When it comes to legal hacking in patent law, the patent establishment seems to be well connected to the European Commission. After the ECJ opinion on the central patent court, the European Commission is now trying to find a solution to go on with some kind of supra-national system 25 countries that would be legally outside outside of the European Union. The Commission is inventing new ways of making legislation outside of the EU framework, especially when patent applicants do not want to see patent law integrated inside the European Union´s set of laws, the "acquis communautaire".
The hack found by the patent establishment to go around the decision of the ECJ are summarised in the Commission´s statement:
Considering that the unified patent court would be a court set up by Member States only, it would seem possible for the Commission to start infringement proceedings against all Member States jointly in cases where the unified patent court violated Union law. Similarly, in such a case, the rules on financial liability to make good damages caused to individuals as a result of a breach of Union law also seem to be applicable to all Member States jointly. Both aspects would nevertheless need to be clarified in the agreement including where a Köbler claim could be brought (namely in a forum where its full effectiveness is ensured).
It is pretty clear at the reading of the document that the patent lobby does not want any substantive patent law inside the European Union´s acquis, as that would probably reopen the door to discussions around software patents, since the material law would need to be recopied somewhere inside the acquis communautaire. Instead, the Commission seems to give some green light to have patent law outside of the corpus of the European Union, which means that the European Parliament won´t have any say in patent law.
Here is the complete "non-document" released by EPLAW in plain text format:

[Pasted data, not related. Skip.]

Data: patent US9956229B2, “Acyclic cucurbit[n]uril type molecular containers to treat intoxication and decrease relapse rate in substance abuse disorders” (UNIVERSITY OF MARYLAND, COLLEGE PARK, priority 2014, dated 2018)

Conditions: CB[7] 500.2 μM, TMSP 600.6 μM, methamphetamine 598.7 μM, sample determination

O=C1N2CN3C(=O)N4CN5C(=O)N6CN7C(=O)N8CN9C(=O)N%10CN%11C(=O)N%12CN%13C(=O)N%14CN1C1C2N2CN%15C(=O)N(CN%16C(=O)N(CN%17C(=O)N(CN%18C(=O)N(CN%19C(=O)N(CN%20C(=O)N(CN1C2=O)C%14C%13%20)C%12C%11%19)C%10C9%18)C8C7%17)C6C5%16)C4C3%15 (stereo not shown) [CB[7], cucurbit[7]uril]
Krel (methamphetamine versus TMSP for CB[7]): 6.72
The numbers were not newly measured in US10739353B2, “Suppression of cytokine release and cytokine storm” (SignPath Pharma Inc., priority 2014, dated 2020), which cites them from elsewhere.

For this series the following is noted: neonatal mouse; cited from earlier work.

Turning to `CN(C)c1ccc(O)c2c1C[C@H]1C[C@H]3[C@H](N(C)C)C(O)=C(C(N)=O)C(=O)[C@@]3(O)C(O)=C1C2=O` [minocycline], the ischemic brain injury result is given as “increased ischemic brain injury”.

Solutions for a unified patent litigation system – The way forward after the opinion 1/09 of the CJEU Non-paper of the Commission services Introduction As set out in the Council conclusions of 7 December 2009, the future unified patent system needs to be based on two pillars: the creation of unitary patent protection and the setting up of a unified and specialised patent jurisdiction. Both aspects need to come to a result at the same time. Work has progressed considerably on the creation of unitary patent protection. On 10 March 2011, the Council authorised 25 Member States to establish enhanced cooperation in the area of the creation of unitary patent protection. On 13 April, the Commission presented two proposals for regulations implementing the enhanced cooperation: one on the creation of unitary patent protection, the other on the applicable translation arrangements. The work in Council on these proposals started on 14 April in the Mertens Group. The Hungarian Presidency has indicated that its objective is to agree on a general approach on both regulations at the Competitiveness Council on 30 May. The work on the setting up of the unified patent jurisdiction led by different Presidencies between 2007 and 2009 resulted in the draft agreement on the European and EU Patents Court (EEUPC). The draft agreement provided for the setting up of a unified patent court, the EEUPC, consisting of a Court of First Instance (with local and central divisions) and a Court of Appeal, with exclusive jurisdiction for both European patents and EU patents (now: European patents with unitary effect). The draft agreement was designed to be concluded by the Union, the Member States and certain third states party to the European Patent Convention, for instance Switzerland. On 6 July 2009 the Council, on the basis of Article 218 (11) TFEU, requested the Court of Justice of the European Union (CJEU) to give an opinion on whether the envisaged draft agreement was compatible with the Treaties. Meanwhile, without prejudice to the pending opinion of the CJEU, the Council adopted conclusions on the main features of the EEUPC on 4 December 2009 (doc. 17229/09). The CJEU delivered its opinion on 8 March 2011. It held that the draft agreement was, in its current state, incompatible with the Treaties. It was concluded at the last meeting of the Competitiveness Council on 10 March 2011 that it is important to resume work on the unified patent litigation system quickly and to agree on the way forward following the delivery of the opinion of the CJEU. The aim of this Commission services' non-paper is to examine and outline a possible solution in the light of the opinion of the CJEU. The opinion 1/09 of the CJEU The CJEU confirmed that entrusting jurisdiction to the CJEU by making use of Article 262 TFEU is not the only option available for the creation of a unified patent litigation system. It can therefore be deduced that a court set up by Member States through an international agreement could be compatible with the Treaty. The concerns of the CJEU in its opinion 1/09 relate to the lack of sufficient guarantees to ensure that the EEUPC will respect the primacy of Union law and apply Union law in conformity with the interpretation of the CJEU. The CJEU in particular focused on the risk that the EEUPC might refrain from requesting a preliminary ruling from the CJEU, even in a case where the proper interpretation of Union law would need to be decided on by the CJEU, and pointed out that, unlike in the case of national courts, infringement proceedings against the Member States would not be possible if the EEUPC were to breach Union law. Further, such decisions of the EEUPC could not give rise to any financial liability of the Member States. The CJEU also observes that the Member States are obliged, by reason of inter alia the principle of sincere cooperation (Article 4(3) TEU), to ensure in their respective territories the application of and respect for Union law. Its concern seems to relate in particular to the setting up of an international court outside the framework of the EU Treaties with the participation of third states. The CJEU considers that by the principle of loyal cooperation Member States should ensure the respect of the primacy of European Union law and the role of the CJEU as the ultimate interpreter of Union law. The CJEU points out that national courts are obliged to request preliminary rulings and, in collaboration with the CJEU, fulfil a duty entrusted on them both of ensuring that in the interpretation and application of the Treaties the law is observed. The CJEU and national courts are in direct cooperation in the correct application and uniform interpretation of Union law and in protection of individual rights conferred by the Union legal order. However, the CJEU distinguishes the envisaged EEUPC from that of the Benelux Court of Justice. Indeed, the latter being a court common to a number of Member States and, situated, consequently, within the judicial system of the European Union, its decisions are subject to mechanisms capable of ensuring the full effectiveness of the rules of the Union. the suggested Solution As a result of opinion 1/09 of the CJEU, it appears that the participation of third countries must be excluded. The following options may therefore be considered: • conferral of exclusive jurisdiction on patent litigation upon the CJEU, • the jurisdiction could rest with national courts which could deliver judgments for the whole territory of the participating Member States, as for the Community trademark, or • conferral of exclusive jurisdiction upon an independent court to be established by the Member States. The first two options would appear not to meet the political requirements of the Member States and the interests of the users of the patent system. Member States have expressed in the past their opposition to the first option, i.e. to confer jurisdiction on the CJEU. Moreover, this option would not allow for the creation of a unified patent jurisdiction because the CJEU may not be entrusted with the jurisdiction on disputes relating to "classical" European patents. This is one of the reasons why the users of the patent system are opposed to such a solution. This resulted clearly from the Commission's consultation on the future patent policy in 2006 and has ever since been confirmed by the users of the patent system on various occasions. The second option, leaving the jurisdiction on the unitary patent protection to national courts, as in the trade mark area, would most likely not be acceptable to most Member States and industry, raising concerns that the high quality of judgements and uniform interpretation through judgments for the whole territory of the participating Member States may not be achieved by making use of national courts, in particular due to the lack of a common appeal instance. Strong opposition to such a solution has continuously been voiced by the users of the patent system. The only possible solution that has been identified is the conclusion of an international agreement between the Member States to set up a unified patent court with jurisdiction for the Member States only. The Member States participating in the enhanced cooperation have signalled their commitment to create a unified patent court; therefore they would have to be party to the agreement creating such a jurisdiction. The Member States who have decided not to take part in the enhanced cooperation may seek to participate in the creation of the unified court for disputes related to "classical" European patents valid on their territories. In the interest of the users of the patent system and to reach an agreement as quickly as possible, the results of the negotiations on the draft agreement on the European and EU patent court should be preserved as far as possible; amendments to the text should be made where necessary in particular in the light of the opinion 1/09 of the CJEU. On this basis, a future patent litigation system should rest on the following pillars: - A unified patent court set up by Member States. In the light of the opinion 1/09 of the CJEU, such a unified patent court can only be set up by the Member States; the participation of third states should be excluded. The European Union would not be a party. - Exclusive jurisdiction in respect of civil litigation related to infringement and validity for both the "classical" European patents and the European patents with unitary effect. The jurisdiction of the unified patent court should comprise jurisdiction for both the "classical" European patents as well as the European patents with unitary effect. Limiting the jurisdiction of the specialised patent court to "classical" European patents would render the unitary patent protection unattractive and may even result in the unitary patent protection not being created, whereas limiting the jurisdiction to the unitary patent protection could lead to the establishment of two different common courts in the area of European patents. Such duplication would not be reasonable, in particular given the limited number of competent judges and the risk of contradictory judgments. - The main features of the EEUPC should be maintained: The unified patent court should also maintain the basic features of the EEUPC set out in the Council conclusions of December 2009, including the setting up of the Court with a Court of First instance (with local and central divisions), a Court of Appeal and a Registry, the composition of the panels, the jurisdiction in respect of actions and counterclaims for revocations, the rules on the languages of proceedings and the transitional period. These features have been developed in long and detailed discussions between the Member States: they strike a fine balance between the different interests at stake, represent a difficult but fair compromise and have also found broad support from the users of the patent system. - Guarantees to ensure the respect of Union law by the unified patent court, fully situated within the judicial system of the Union: To ensure conformity with the Treaty as set out in the opinion 1/09 of the CJEU, it is necessary to ensure that the unified patent court respects Union law and requests preliminary rulings in accordance with the conditions applicable to national courts. It is also necessary to ensure that sanctions, in the form of infringement proceedings and financial liability, can be imposed. Considering that the unified patent court would be a court set up by Member States only, it would seem possible for the Commission to start infringement proceedings against all Member States jointly in cases where the unified patent court violated Union law. Similarly, in such a case, the rules on financial liability to make good damages caused to individuals as a result of a breach of Union law also seem to be applicable to all Member States jointly. Both aspects would nevertheless need to be clarified in the agreement including where a Köbler claim could be brought (namely in a forum where its full effectiveness is ensured). The Member States would need to respect the acquis when establishing a common patent court by way of an agreement. To the extent that amendments to the acquis may be necessary, these would have to be adopted before such an agreement could enter into force. It would appear that at least Regulation (EC) No 44/2001 on jurisdiction and the recognition and enforcement of judgments in civil and commercial matters (Brussels I) might need to be amended as its jurisdictional choices could otherwise be interpreted as conflicting with such an agreement. It is also worth noting that an agreement between Member States would not bind EFTA states (nor obviously other third states), which might not recognise its judgements within the framework of the Lugano Convention. The compatibility with national (constitutional) law of granting the above- mentioned competences to a court common to all (participating) Member States established by an agreement between them remains to be addressed by the Member States. A possible Way Forward The unified patent court could therefore be set up by an agreement to be concluded between the Member States on the creation of a common jurisdiction. As set out above, on the basis of the opinion of the CJEU, third states may not participate in this agreement. The work should continue on the basis of the Council conclusions of 7 December 2009 (doc. 17229/09) and the Working document on a revised Presidency text on a draft Agreement on the European and EU Patents Court and Draft Statute of 23 March 2009 (doc. 7928/09). Appropriate changes should be introduced in a new Presidency text and submitted to the Member States for discussion. These would need to include changes related to the contracting parties, the necessary remedies and guarantees to ensure the respect of Union law by the unified patent court. The basic institutional architecture of the unified patent court as foreseen for the EEUPC and agreed by the Council in 2009 (doc. 17229/09) should however be maintained.